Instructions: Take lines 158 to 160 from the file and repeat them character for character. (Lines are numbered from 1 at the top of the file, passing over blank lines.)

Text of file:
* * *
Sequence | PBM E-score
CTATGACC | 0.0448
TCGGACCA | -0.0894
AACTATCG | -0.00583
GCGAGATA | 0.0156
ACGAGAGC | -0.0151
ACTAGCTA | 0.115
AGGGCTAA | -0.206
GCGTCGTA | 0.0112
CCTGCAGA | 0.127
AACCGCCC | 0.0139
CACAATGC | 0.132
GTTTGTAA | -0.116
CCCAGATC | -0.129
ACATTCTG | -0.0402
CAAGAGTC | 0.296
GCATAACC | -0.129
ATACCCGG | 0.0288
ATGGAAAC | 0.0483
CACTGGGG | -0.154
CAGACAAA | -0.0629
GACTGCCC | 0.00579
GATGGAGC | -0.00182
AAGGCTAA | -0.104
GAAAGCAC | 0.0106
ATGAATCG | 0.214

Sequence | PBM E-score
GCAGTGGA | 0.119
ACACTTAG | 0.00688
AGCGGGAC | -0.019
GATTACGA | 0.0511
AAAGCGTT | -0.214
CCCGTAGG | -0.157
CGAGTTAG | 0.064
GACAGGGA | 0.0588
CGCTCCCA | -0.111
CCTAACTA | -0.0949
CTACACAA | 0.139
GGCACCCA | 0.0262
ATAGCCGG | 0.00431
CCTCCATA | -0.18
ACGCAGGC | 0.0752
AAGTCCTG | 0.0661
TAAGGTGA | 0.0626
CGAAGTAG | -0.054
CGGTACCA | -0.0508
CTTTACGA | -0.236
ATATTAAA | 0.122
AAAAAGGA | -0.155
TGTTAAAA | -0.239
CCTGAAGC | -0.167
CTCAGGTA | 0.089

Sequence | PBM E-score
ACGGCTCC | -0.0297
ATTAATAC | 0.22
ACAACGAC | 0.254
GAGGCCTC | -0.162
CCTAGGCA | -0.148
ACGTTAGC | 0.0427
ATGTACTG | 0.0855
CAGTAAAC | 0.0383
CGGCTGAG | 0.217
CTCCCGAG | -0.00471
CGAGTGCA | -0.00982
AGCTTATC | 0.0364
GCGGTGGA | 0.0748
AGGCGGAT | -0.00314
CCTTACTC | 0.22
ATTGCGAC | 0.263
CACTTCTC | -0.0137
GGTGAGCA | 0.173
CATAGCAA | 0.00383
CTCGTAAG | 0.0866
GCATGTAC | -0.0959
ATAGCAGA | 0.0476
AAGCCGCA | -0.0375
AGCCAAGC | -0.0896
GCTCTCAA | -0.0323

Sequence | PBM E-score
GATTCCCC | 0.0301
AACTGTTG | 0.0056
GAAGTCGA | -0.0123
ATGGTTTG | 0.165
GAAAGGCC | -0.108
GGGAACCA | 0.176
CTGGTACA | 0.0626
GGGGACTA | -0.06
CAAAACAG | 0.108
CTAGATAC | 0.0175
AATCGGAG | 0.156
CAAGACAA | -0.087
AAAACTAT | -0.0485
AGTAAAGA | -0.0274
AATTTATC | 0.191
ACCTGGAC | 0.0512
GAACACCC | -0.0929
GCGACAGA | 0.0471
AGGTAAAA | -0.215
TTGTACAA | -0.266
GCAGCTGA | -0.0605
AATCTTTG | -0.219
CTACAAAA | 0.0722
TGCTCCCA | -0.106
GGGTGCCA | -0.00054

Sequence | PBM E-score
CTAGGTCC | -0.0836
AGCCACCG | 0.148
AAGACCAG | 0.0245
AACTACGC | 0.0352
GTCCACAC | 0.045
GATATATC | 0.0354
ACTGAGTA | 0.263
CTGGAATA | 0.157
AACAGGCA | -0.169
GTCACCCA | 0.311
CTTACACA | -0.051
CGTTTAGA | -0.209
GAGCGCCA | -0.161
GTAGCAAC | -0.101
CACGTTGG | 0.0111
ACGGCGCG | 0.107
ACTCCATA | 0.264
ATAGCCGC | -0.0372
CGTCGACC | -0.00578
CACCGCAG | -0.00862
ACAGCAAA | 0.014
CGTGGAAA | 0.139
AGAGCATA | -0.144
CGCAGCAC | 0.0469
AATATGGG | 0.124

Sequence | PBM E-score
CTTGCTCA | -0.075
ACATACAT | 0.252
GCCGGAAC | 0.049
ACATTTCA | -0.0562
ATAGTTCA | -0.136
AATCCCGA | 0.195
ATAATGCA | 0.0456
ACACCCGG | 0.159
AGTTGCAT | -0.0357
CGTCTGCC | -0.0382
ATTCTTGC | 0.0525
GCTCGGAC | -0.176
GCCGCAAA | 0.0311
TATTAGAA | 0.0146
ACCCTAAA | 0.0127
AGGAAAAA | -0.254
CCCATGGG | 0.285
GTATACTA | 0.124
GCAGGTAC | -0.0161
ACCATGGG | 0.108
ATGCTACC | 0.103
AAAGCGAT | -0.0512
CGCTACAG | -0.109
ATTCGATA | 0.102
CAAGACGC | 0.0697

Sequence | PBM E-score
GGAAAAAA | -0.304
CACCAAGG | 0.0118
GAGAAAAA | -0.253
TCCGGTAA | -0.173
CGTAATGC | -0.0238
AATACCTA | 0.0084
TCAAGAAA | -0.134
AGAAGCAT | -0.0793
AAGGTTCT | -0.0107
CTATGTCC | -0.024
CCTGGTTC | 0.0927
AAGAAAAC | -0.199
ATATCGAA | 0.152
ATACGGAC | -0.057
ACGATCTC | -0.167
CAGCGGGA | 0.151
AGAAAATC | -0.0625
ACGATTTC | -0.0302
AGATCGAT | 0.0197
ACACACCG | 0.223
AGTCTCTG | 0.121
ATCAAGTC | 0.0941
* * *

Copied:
GGAAAAAA | -0.304
CACCAAGG | 0.0118
GAGAAAAA | -0.253